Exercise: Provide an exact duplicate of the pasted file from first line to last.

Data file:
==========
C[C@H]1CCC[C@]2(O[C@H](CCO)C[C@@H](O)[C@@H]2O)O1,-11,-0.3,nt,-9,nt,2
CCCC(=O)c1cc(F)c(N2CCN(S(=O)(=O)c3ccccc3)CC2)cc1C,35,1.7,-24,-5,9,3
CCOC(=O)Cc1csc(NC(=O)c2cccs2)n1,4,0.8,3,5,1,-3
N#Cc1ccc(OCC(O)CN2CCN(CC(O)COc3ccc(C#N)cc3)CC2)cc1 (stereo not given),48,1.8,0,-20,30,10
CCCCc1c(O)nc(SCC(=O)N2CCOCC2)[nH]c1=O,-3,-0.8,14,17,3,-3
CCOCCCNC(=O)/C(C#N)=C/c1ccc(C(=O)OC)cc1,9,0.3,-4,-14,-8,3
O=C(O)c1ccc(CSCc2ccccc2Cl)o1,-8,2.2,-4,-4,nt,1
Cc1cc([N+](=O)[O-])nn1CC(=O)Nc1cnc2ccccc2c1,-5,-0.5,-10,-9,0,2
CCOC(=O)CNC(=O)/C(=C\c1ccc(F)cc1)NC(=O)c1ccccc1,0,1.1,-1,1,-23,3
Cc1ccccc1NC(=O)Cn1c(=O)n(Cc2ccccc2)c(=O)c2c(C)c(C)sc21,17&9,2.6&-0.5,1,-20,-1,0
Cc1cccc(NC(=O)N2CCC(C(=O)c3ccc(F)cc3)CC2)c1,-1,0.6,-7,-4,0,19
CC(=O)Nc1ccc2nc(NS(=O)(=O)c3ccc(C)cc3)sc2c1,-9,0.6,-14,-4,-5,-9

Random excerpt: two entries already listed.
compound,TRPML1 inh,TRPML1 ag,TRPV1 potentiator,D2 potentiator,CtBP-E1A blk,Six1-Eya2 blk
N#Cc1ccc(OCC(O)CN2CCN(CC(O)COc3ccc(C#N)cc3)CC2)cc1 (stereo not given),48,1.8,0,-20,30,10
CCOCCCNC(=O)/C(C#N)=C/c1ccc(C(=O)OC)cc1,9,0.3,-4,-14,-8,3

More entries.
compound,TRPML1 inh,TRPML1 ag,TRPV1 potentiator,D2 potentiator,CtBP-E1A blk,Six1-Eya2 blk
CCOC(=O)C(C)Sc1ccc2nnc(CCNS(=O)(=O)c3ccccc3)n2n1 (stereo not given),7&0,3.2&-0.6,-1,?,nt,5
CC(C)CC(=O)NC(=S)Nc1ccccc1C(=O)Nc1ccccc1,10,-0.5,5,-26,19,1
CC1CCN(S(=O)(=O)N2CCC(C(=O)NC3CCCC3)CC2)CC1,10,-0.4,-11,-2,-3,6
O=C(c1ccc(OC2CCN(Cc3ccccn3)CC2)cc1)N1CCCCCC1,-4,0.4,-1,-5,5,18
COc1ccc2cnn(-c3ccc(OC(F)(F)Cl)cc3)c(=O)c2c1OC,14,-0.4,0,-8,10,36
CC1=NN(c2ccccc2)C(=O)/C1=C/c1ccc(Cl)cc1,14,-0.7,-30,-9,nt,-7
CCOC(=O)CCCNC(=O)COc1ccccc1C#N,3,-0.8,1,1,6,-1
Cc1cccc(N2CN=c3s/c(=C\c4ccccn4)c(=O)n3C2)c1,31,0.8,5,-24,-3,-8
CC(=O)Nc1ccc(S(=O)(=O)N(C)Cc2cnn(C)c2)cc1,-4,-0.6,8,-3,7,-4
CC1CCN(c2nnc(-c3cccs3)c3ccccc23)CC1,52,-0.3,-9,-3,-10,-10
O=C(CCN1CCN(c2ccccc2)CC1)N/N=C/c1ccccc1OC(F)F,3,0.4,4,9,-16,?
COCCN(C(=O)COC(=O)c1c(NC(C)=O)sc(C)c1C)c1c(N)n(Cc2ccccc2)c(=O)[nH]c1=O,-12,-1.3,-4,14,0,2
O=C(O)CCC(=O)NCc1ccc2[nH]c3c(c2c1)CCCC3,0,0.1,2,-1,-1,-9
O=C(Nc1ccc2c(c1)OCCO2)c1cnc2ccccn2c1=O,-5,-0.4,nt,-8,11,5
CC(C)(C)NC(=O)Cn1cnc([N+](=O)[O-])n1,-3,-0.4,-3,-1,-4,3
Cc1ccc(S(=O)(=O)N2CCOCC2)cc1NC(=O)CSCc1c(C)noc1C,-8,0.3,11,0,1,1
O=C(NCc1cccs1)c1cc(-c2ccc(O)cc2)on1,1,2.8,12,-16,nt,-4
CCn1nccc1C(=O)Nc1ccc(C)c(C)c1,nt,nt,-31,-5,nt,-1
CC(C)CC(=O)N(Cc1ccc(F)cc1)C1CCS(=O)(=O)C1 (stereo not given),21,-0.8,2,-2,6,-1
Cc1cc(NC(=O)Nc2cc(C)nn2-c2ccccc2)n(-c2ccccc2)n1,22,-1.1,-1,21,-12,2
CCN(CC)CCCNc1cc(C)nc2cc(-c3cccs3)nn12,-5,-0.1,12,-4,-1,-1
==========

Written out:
C[C@H]1CCC[C@]2(O[C@H](CCO)C[C@@H](O)[C@@H]2O)O1,-11,-0.3,nt,-9,nt,2
CCCC(=O)c1cc(F)c(N2CCN(S(=O)(=O)c3ccccc3)CC2)cc1C,35,1.7,-24,-5,9,3
CCOC(=O)Cc1csc(NC(=O)c2cccs2)n1,4,0.8,3,5,1,-3
N#Cc1ccc(OCC(O)CN2CCN(CC(O)COc3ccc(C#N)cc3)CC2)cc1 (stereo not given),48,1.8,0,-20,30,10
CCCCc1c(O)nc(SCC(=O)N2CCOCC2)[nH]c1=O,-3,-0.8,14,17,3,-3
CCOCCCNC(=O)/C(C#N)=C/c1ccc(C(=O)OC)cc1,9,0.3,-4,-14,-8,3
O=C(O)c1ccc(CSCc2ccccc2Cl)o1,-8,2.2,-4,-4,nt,1
Cc1cc([N+](=O)[O-])nn1CC(=O)Nc1cnc2ccccc2c1,-5,-0.5,-10,-9,0,2
CCOC(=O)CNC(=O)/C(=C\c1ccc(F)cc1)NC(=O)c1ccccc1,0,1.1,-1,1,-23,3
Cc1ccccc1NC(=O)Cn1c(=O)n(Cc2ccccc2)c(=O)c2c(C)c(C)sc21,17&9,2.6&-0.5,1,-20,-1,0
Cc1cccc(NC(=O)N2CCC(C(=O)c3ccc(F)cc3)CC2)c1,-1,0.6,-7,-4,0,19
CC(=O)Nc1ccc2nc(NS(=O)(=O)c3ccc(C)cc3)sc2c1,-9,0.6,-14,-4,-5,-9

Random excerpt: two entries already listed.
compound,TRPML1 inh,TRPML1 ag,TRPV1 potentiator,D2 potentiator,CtBP-E1A blk,Six1-Eya2 blk
N#Cc1ccc(OCC(O)CN2CCN(CC(O)COc3ccc(C#N)cc3)CC2)cc1 (stereo not given),48,1.8,0,-20,30,10
CCOCCCNC(=O)/C(C#N)=C/c1ccc(C(=O)OC)cc1,9,0.3,-4,-14,-8,3

More entries.
compound,TRPML1 inh,TRPML1 ag,TRPV1 potentiator,D2 potentiator,CtBP-E1A blk,Six1-Eya2 blk
CCOC(=O)C(C)Sc1ccc2nnc(CCNS(=O)(=O)c3ccccc3)n2n1 (stereo not given),7&0,3.2&-0.6,-1,?,nt,5
CC(C)CC(=O)NC(=S)Nc1ccccc1C(=O)Nc1ccccc1,10,-0.5,5,-26,19,1
CC1CCN(S(=O)(=O)N2CCC(C(=O)NC3CCCC3)CC2)CC1,10,-0.4,-11,-2,-3,6
O=C(c1ccc(OC2CCN(Cc3ccccn3)CC2)cc1)N1CCCCCC1,-4,0.4,-1,-5,5,18
COc1ccc2cnn(-c3ccc(OC(F)(F)Cl)cc3)c(=O)c2c1OC,14,-0.4,0,-8,10,36
CC1=NN(c2ccccc2)C(=O)/C1=C/c1ccc(Cl)cc1,14,-0.7,-30,-9,nt,-7
CCOC(=O)CCCNC(=O)COc1ccccc1C#N,3,-0.8,1,1,6,-1
Cc1cccc(N2CN=c3s/c(=C\c4ccccn4)c(=O)n3C2)c1,31,0.8,5,-24,-3,-8
CC(=O)Nc1ccc(S(=O)(=O)N(C)Cc2cnn(C)c2)cc1,-4,-0.6,8,-3,7,-4
CC1CCN(c2nnc(-c3cccs3)c3ccccc23)CC1,52,-0.3,-9,-3,-10,-10
O=C(CCN1CCN(c2ccccc2)CC1)N/N=C/c1ccccc1OC(F)F,3,0.4,4,9,-16,?
COCCN(C(=O)COC(=O)c1c(NC(C)=O)sc(C)c1C)c1c(N)n(Cc2ccccc2)c(=O)[nH]c1=O,-12,-1.3,-4,14,0,2
O=C(O)CCC(=O)NCc1ccc2[nH]c3c(c2c1)CCCC3,0,0.1,2,-1,-1,-9
O=C(Nc1ccc2c(c1)OCCO2)c1cnc2ccccn2c1=O,-5,-0.4,nt,-8,11,5
CC(C)(C)NC(=O)Cn1cnc([N+](=O)[O-])n1,-3,-0.4,-3,-1,-4,3
Cc1ccc(S(=O)(=O)N2CCOCC2)cc1NC(=O)CSCc1c(C)noc1C,-8,0.3,11,0,1,1
O=C(NCc1cccs1)c1cc(-c2ccc(O)cc2)on1,1,2.8,12,-16,nt,-4
CCn1nccc1C(=O)Nc1ccc(C)c(C)c1,nt,nt,-31,-5,nt,-1
CC(C)CC(=O)N(Cc1ccc(F)cc1)C1CCS(=O)(=O)C1 (stereo not given),21,-0.8,2,-2,6,-1
Cc1cc(NC(=O)Nc2cc(C)nn2-c2ccccc2)n(-c2ccccc2)n1,22,-1.1,-1,21,-12,2
CCN(CC)CCCNc1cc(C)nc2cc(-c3cccs3)nn12,-5,-0.1,12,-4,-1,-1